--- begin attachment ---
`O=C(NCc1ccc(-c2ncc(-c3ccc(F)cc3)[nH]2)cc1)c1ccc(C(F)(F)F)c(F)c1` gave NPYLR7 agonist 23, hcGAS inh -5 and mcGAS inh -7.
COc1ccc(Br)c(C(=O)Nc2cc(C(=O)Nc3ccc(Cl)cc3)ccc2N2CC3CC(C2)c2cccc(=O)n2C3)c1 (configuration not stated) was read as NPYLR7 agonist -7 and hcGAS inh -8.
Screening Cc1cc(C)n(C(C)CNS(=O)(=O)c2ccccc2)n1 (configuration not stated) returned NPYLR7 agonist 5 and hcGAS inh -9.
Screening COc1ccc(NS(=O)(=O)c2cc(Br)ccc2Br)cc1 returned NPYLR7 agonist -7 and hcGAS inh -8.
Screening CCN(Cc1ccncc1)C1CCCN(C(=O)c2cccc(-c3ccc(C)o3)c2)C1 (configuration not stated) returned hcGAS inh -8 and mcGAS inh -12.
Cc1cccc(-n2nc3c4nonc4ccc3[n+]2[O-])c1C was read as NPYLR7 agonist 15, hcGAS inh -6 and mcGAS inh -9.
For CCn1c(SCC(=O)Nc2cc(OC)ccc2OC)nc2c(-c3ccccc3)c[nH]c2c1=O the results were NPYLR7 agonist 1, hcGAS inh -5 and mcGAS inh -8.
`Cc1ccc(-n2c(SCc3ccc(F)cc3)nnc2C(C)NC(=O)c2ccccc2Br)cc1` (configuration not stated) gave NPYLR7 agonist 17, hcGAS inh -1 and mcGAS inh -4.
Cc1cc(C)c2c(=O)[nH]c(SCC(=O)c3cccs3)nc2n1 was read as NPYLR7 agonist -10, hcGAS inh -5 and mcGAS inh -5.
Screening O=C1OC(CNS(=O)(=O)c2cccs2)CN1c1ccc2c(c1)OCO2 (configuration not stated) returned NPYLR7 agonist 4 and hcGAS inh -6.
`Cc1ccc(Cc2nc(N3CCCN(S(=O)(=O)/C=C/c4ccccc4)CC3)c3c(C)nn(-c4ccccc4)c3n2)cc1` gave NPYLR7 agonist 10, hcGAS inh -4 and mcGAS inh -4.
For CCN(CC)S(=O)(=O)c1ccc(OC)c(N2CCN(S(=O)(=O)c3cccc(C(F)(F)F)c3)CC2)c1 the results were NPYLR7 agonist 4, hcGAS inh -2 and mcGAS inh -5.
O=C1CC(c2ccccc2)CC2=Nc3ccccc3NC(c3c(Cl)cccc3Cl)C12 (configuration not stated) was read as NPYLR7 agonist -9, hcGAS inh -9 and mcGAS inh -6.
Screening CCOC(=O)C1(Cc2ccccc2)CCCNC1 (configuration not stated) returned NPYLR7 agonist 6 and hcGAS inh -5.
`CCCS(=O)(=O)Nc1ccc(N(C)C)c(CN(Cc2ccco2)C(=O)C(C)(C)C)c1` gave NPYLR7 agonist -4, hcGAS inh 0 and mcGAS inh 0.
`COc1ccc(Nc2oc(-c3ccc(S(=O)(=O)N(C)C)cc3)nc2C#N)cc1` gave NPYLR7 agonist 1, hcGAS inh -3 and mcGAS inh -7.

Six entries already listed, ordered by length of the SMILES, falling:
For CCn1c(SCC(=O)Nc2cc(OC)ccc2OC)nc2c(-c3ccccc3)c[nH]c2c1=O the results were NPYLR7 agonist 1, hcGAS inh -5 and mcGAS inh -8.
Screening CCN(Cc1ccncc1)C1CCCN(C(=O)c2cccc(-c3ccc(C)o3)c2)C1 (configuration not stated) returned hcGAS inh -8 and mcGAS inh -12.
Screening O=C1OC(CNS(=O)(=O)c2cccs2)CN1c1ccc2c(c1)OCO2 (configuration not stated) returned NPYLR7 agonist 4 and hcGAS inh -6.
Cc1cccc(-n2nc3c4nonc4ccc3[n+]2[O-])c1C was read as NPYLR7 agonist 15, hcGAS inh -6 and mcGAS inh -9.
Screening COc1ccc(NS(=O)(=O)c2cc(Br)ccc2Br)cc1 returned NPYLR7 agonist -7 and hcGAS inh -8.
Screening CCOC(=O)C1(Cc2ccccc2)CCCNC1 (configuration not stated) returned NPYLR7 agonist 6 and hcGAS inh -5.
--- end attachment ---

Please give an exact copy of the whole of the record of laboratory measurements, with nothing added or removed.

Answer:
`O=C(NCc1ccc(-c2ncc(-c3ccc(F)cc3)[nH]2)cc1)c1ccc(C(F)(F)F)c(F)c1` gave NPYLR7 agonist 23, hcGAS inh -5 and mcGAS inh -7.
COc1ccc(Br)c(C(=O)Nc2cc(C(=O)Nc3ccc(Cl)cc3)ccc2N2CC3CC(C2)c2cccc(=O)n2C3)c1 (configuration not stated) was read as NPYLR7 agonist -7 and hcGAS inh -8.
Screening Cc1cc(C)n(C(C)CNS(=O)(=O)c2ccccc2)n1 (configuration not stated) returned NPYLR7 agonist 5 and hcGAS inh -9.
Screening COc1ccc(NS(=O)(=O)c2cc(Br)ccc2Br)cc1 returned NPYLR7 agonist -7 and hcGAS inh -8.
Screening CCN(Cc1ccncc1)C1CCCN(C(=O)c2cccc(-c3ccc(C)o3)c2)C1 (configuration not stated) returned hcGAS inh -8 and mcGAS inh -12.
Cc1cccc(-n2nc3c4nonc4ccc3[n+]2[O-])c1C was read as NPYLR7 agonist 15, hcGAS inh -6 and mcGAS inh -9.
For CCn1c(SCC(=O)Nc2cc(OC)ccc2OC)nc2c(-c3ccccc3)c[nH]c2c1=O the results were NPYLR7 agonist 1, hcGAS inh -5 and mcGAS inh -8.
`Cc1ccc(-n2c(SCc3ccc(F)cc3)nnc2C(C)NC(=O)c2ccccc2Br)cc1` (configuration not stated) gave NPYLR7 agonist 17, hcGAS inh -1 and mcGAS inh -4.
Cc1cc(C)c2c(=O)[nH]c(SCC(=O)c3cccs3)nc2n1 was read as NPYLR7 agonist -10, hcGAS inh -5 and mcGAS inh -5.
Screening O=C1OC(CNS(=O)(=O)c2cccs2)CN1c1ccc2c(c1)OCO2 (configuration not stated) returned NPYLR7 agonist 4 and hcGAS inh -6.
`Cc1ccc(Cc2nc(N3CCCN(S(=O)(=O)/C=C/c4ccccc4)CC3)c3c(C)nn(-c4ccccc4)c3n2)cc1` gave NPYLR7 agonist 10, hcGAS inh -4 and mcGAS inh -4.
For CCN(CC)S(=O)(=O)c1ccc(OC)c(N2CCN(S(=O)(=O)c3cccc(C(F)(F)F)c3)CC2)c1 the results were NPYLR7 agonist 4, hcGAS inh -2 and mcGAS inh -5.
O=C1CC(c2ccccc2)CC2=Nc3ccccc3NC(c3c(Cl)cccc3Cl)C12 (configuration not stated) was read as NPYLR7 agonist -9, hcGAS inh -9 and mcGAS inh -6.
Screening CCOC(=O)C1(Cc2ccccc2)CCCNC1 (configuration not stated) returned NPYLR7 agonist 6 and hcGAS inh -5.
`CCCS(=O)(=O)Nc1ccc(N(C)C)c(CN(Cc2ccco2)C(=O)C(C)(C)C)c1` gave NPYLR7 agonist -4, hcGAS inh 0 and mcGAS inh 0.
`COc1ccc(Nc2oc(-c3ccc(S(=O)(=O)N(C)C)cc3)nc2C#N)cc1` gave NPYLR7 agonist 1, hcGAS inh -3 and mcGAS inh -7.

Six entries already listed, ordered by length of the SMILES, falling:
For CCn1c(SCC(=O)Nc2cc(OC)ccc2OC)nc2c(-c3ccccc3)c[nH]c2c1=O the results were NPYLR7 agonist 1, hcGAS inh -5 and mcGAS inh -8.
Screening CCN(Cc1ccncc1)C1CCCN(C(=O)c2cccc(-c3ccc(C)o3)c2)C1 (configuration not stated) returned hcGAS inh -8 and mcGAS inh -12.
Screening O=C1OC(CNS(=O)(=O)c2cccs2)CN1c1ccc2c(c1)OCO2 (configuration not stated) returned NPYLR7 agonist 4 and hcGAS inh -6.
Cc1cccc(-n2nc3c4nonc4ccc3[n+]2[O-])c1C was read as NPYLR7 agonist 15, hcGAS inh -6 and mcGAS inh -9.
Screening COc1ccc(NS(=O)(=O)c2cc(Br)ccc2Br)cc1 returned NPYLR7 agonist -7 and hcGAS inh -8.
Screening CCOC(=O)C1(Cc2ccccc2)CCCNC1 (configuration not stated) returned NPYLR7 agonist 6 and hcGAS inh -5.